Oil tumbles nearly $3
Closes below $62 on heavy fund selling, easing tensions in the Middle East.
NEW YORK (CNNMoney.com) -- Oil prices plunged over 4 percent Monday, driven down by heavy fund selling and unwinding political tensions in the Persian Gulf.
U.S. crude for May delivery tumbled $2.77 to settle at $61.51 a barrel on the New York Mercantile Exchange.
One trader attributed much of the fall to selling by the Goldman Sachs Commodity Index, a fund heavily invested in oil futures.
Nauman Barakat, an energy trader at Macquarie Futures, the trading arm of Macquarie investment bank, said the fund sells the current month's contract and buys the next month's contract on the fifth trading day of every month - in this case selling the May contract and buying June's.
"It's the Goldman roll," said Barakat. "It's like clockwork."
Barakat said June's contract fell also Monday, although not by as much, and the difference between the May and June contract narrowed.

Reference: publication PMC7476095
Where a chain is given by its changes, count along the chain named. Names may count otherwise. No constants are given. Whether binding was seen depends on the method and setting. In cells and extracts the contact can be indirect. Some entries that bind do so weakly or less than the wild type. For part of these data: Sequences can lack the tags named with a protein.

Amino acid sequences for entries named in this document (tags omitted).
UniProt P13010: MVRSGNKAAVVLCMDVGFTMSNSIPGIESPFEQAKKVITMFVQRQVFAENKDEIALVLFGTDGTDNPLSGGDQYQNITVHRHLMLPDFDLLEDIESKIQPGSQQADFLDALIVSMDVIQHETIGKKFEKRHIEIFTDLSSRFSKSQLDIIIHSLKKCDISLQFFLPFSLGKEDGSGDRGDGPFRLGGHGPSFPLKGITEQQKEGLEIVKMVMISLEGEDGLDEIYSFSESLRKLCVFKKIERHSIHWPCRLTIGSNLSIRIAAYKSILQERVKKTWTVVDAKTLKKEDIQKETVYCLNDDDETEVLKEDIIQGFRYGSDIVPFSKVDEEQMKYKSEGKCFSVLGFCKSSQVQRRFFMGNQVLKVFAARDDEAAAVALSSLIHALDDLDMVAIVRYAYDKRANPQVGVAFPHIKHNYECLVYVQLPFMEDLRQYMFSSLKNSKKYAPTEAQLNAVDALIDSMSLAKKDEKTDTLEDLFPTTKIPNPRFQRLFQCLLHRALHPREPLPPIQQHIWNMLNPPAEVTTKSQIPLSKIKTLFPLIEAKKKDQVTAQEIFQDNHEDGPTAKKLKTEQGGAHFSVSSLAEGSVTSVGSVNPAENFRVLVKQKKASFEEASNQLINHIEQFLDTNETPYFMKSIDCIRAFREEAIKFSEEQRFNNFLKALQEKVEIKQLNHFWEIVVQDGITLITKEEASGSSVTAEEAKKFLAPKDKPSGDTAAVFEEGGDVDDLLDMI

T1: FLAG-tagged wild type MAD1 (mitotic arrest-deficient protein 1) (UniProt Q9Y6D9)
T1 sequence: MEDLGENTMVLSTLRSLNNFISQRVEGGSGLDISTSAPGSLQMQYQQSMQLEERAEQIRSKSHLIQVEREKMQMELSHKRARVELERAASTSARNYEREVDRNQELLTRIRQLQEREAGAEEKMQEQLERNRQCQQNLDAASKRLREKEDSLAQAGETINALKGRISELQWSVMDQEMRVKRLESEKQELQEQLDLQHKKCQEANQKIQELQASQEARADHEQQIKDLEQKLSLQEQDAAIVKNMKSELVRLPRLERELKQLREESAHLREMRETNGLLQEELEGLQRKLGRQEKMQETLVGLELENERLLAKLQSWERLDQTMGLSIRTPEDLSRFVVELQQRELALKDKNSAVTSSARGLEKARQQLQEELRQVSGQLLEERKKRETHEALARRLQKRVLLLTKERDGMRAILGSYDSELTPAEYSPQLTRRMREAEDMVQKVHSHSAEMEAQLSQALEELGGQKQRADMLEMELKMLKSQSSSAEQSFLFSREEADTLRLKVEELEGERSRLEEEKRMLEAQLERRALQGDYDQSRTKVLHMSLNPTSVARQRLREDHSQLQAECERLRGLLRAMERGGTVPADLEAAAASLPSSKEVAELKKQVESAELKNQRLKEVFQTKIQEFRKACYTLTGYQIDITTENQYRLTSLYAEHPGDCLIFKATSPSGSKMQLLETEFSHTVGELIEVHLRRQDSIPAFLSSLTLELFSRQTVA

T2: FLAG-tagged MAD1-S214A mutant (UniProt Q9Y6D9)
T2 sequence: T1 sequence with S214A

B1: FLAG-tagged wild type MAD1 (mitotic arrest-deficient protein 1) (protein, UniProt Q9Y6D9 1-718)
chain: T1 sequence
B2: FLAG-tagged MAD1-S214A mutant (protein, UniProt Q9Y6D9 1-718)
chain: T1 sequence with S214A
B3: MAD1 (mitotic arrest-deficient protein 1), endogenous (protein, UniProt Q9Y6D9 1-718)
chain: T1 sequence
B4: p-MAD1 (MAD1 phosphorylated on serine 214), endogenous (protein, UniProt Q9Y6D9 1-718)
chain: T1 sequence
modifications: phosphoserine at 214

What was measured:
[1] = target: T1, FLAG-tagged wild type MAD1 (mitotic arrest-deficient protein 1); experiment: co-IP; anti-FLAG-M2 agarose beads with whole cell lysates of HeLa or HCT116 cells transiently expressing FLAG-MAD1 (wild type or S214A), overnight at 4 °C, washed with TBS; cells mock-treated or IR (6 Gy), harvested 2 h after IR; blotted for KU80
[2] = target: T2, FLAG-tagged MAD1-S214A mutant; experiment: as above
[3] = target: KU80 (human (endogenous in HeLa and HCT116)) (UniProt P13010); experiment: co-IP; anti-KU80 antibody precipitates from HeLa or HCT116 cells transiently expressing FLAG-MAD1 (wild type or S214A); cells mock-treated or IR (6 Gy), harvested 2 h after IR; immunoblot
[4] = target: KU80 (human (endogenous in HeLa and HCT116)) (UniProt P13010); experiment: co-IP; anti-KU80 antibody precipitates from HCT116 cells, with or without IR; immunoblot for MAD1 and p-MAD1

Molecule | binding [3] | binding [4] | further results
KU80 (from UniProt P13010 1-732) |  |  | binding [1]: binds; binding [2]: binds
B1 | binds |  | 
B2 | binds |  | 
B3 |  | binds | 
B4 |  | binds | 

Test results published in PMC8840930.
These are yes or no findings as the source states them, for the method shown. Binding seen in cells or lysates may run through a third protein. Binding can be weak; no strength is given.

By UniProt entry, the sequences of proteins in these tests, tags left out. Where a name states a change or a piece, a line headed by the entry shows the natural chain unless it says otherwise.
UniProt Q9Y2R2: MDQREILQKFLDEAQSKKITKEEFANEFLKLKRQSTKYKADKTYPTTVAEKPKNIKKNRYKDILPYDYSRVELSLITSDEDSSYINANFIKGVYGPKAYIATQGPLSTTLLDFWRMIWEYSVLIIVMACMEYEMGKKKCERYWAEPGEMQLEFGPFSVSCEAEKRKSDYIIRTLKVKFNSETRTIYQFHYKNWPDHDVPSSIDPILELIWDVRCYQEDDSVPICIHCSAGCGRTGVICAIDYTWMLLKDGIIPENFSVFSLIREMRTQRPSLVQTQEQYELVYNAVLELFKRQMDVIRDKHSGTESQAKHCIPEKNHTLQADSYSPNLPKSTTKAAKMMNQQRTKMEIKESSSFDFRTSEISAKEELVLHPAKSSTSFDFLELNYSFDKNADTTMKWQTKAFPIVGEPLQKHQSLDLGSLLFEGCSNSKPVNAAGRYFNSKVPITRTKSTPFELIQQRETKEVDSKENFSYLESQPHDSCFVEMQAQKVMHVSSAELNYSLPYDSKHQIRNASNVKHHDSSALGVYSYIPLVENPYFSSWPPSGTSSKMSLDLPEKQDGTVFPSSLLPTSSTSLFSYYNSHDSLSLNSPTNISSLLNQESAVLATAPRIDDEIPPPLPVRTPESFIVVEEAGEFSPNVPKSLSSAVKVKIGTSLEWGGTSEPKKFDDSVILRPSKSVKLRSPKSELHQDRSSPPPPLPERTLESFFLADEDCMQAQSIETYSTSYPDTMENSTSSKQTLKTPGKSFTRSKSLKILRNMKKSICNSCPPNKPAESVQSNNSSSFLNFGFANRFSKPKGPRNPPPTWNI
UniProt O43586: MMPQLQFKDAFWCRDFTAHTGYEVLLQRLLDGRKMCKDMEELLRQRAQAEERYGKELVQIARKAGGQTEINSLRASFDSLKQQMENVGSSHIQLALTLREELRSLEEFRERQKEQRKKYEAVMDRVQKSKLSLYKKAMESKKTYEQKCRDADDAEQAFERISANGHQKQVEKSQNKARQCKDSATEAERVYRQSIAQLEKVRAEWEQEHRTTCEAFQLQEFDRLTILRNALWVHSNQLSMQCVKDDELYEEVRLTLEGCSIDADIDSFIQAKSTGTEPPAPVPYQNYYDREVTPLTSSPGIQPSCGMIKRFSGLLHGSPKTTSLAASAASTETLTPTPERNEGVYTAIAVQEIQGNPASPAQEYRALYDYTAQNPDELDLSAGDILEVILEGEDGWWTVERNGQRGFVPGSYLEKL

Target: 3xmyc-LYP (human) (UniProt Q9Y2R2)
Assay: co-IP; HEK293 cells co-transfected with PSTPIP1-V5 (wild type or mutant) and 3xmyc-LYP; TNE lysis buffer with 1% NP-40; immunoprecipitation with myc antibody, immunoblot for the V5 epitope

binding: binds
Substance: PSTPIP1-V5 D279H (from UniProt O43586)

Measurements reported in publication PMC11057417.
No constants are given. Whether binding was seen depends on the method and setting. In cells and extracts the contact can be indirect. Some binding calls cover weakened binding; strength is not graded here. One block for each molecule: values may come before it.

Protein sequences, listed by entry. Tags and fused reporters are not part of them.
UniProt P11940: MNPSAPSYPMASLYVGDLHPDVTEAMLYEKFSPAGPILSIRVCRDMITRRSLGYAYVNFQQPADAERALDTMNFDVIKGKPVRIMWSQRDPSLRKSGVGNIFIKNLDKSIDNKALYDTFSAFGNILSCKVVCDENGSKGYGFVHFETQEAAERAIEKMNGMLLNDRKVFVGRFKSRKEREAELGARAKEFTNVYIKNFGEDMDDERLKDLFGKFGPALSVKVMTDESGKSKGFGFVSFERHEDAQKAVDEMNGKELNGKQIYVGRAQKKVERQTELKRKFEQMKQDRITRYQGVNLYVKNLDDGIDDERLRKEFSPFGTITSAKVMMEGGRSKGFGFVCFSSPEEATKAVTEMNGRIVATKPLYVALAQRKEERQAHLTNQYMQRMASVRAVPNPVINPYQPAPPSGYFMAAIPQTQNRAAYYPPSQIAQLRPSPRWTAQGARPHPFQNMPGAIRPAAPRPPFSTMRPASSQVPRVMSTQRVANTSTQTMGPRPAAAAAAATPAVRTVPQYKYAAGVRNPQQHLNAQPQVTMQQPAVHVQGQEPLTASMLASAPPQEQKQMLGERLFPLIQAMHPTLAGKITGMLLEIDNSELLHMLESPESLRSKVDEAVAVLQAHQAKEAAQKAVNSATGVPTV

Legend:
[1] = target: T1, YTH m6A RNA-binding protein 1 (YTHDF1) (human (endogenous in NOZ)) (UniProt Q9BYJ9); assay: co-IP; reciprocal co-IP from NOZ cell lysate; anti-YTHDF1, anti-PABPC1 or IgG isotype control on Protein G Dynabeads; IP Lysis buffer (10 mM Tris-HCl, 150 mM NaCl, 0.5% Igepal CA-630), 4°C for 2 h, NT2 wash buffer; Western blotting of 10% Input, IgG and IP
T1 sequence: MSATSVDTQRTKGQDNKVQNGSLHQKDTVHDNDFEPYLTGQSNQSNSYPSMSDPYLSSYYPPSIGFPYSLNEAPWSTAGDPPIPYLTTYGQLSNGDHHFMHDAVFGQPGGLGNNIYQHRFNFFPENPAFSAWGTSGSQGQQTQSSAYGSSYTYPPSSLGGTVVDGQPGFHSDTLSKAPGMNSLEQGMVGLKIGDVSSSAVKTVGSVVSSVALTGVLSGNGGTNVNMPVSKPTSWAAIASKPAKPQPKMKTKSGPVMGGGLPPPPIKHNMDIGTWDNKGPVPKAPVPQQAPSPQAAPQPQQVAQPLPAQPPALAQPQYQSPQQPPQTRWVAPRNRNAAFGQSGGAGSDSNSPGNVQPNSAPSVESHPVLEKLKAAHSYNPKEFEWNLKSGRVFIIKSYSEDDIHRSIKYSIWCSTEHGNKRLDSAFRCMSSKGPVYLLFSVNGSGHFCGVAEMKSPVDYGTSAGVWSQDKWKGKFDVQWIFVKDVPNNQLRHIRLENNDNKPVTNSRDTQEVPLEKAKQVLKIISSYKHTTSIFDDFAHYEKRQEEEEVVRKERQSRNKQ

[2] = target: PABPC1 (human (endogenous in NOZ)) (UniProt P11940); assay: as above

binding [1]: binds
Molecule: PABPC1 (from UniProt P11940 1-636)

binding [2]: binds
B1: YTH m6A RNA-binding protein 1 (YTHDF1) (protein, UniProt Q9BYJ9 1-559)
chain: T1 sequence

Analysts also said Iran's decision to release the 15 British hostages it was holding since last month was easing prices.
Although the sailors and marines were released last Wednesday, the news came on the same day the U.S. Energy Information Administration reported a big drop in gasoline stocks, which limited oil's decline. Plus, the NYMEX was closed on Friday for the Good Friday holiday.
"The British sailors were reunited with their families on Friday, removing a source of buying from the crude oil market," Peter Beutel, an oil analyst at Cameron Hanover, wrote in a research note Monday.
Oil prices jumped $4 to $5 shortly after the sailors were captured at the end of March, as traders feared it could spark a conflict with Iran, the world's fourth largest oil producer and exporter.
Crude prices are now trading in the middle of their average range for the last several weeks, which has gone from around $55 to $65. But oil prices have swung widely in the last year, hitting a trading high of $78.40 last July before briefly falling below $50 at the start of 2007.